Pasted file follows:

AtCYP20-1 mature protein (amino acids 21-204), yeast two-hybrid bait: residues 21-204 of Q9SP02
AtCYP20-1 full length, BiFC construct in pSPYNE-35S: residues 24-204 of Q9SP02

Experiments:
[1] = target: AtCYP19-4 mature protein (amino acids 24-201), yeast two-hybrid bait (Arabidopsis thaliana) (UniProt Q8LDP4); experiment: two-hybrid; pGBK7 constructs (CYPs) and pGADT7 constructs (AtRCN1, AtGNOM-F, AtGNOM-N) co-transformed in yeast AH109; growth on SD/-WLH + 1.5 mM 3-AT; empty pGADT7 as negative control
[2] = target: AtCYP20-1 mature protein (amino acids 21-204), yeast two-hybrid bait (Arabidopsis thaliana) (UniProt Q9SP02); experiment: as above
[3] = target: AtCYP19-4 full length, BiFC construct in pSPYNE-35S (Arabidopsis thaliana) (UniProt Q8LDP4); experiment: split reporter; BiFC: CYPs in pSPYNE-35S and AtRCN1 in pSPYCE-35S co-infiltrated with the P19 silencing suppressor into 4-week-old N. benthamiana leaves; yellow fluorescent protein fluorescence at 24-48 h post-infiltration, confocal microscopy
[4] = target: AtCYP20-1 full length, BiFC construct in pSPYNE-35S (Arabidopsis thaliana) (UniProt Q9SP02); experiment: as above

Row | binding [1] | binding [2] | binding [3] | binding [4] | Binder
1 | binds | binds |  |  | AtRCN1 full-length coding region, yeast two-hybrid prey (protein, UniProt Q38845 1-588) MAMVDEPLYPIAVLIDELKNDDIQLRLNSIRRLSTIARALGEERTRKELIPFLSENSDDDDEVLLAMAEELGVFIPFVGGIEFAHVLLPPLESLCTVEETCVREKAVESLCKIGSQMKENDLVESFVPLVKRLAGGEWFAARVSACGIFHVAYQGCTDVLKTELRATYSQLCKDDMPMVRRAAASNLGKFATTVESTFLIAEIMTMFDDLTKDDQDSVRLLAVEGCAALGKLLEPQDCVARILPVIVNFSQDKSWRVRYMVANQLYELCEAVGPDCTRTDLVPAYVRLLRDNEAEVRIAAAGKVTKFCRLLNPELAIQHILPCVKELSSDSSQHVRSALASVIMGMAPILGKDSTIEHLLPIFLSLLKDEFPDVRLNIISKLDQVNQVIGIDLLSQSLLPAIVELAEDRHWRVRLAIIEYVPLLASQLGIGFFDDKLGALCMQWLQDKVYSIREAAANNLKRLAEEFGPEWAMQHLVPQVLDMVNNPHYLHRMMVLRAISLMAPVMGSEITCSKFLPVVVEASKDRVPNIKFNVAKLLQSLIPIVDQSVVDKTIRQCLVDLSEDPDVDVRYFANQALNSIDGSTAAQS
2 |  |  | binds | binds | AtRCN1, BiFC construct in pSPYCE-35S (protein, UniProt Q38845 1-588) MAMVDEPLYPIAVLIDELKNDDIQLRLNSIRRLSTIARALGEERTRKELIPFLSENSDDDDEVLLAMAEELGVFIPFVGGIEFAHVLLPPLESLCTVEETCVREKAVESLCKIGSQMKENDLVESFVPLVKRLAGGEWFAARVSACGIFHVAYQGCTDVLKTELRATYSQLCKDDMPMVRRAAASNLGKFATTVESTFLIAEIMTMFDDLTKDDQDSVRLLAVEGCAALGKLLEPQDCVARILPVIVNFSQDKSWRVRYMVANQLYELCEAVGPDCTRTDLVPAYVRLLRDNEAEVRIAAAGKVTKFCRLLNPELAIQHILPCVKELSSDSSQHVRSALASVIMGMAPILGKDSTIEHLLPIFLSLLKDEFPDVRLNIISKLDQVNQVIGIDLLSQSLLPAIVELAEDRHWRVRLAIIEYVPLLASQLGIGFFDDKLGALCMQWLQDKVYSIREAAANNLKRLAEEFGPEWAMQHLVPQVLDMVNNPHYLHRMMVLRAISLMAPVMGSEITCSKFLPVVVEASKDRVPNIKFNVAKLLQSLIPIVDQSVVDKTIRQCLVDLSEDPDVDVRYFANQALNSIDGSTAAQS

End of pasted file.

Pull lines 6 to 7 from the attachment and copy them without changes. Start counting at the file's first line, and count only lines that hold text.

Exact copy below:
[3] = target: AtCYP19-4 full length, BiFC construct in pSPYNE-35S (Arabidopsis thaliana) (UniProt Q8LDP4); experiment: split reporter; BiFC: CYPs in pSPYNE-35S and AtRCN1 in pSPYCE-35S co-infiltrated with the P19 silencing suppressor into 4-week-old N. benthamiana leaves; yellow fluorescent protein fluorescence at 24-48 h post-infiltration, confocal microscopy
[4] = target: AtCYP20-1 full length, BiFC construct in pSPYNE-35S (Arabidopsis thaliana) (UniProt Q9SP02); experiment: as above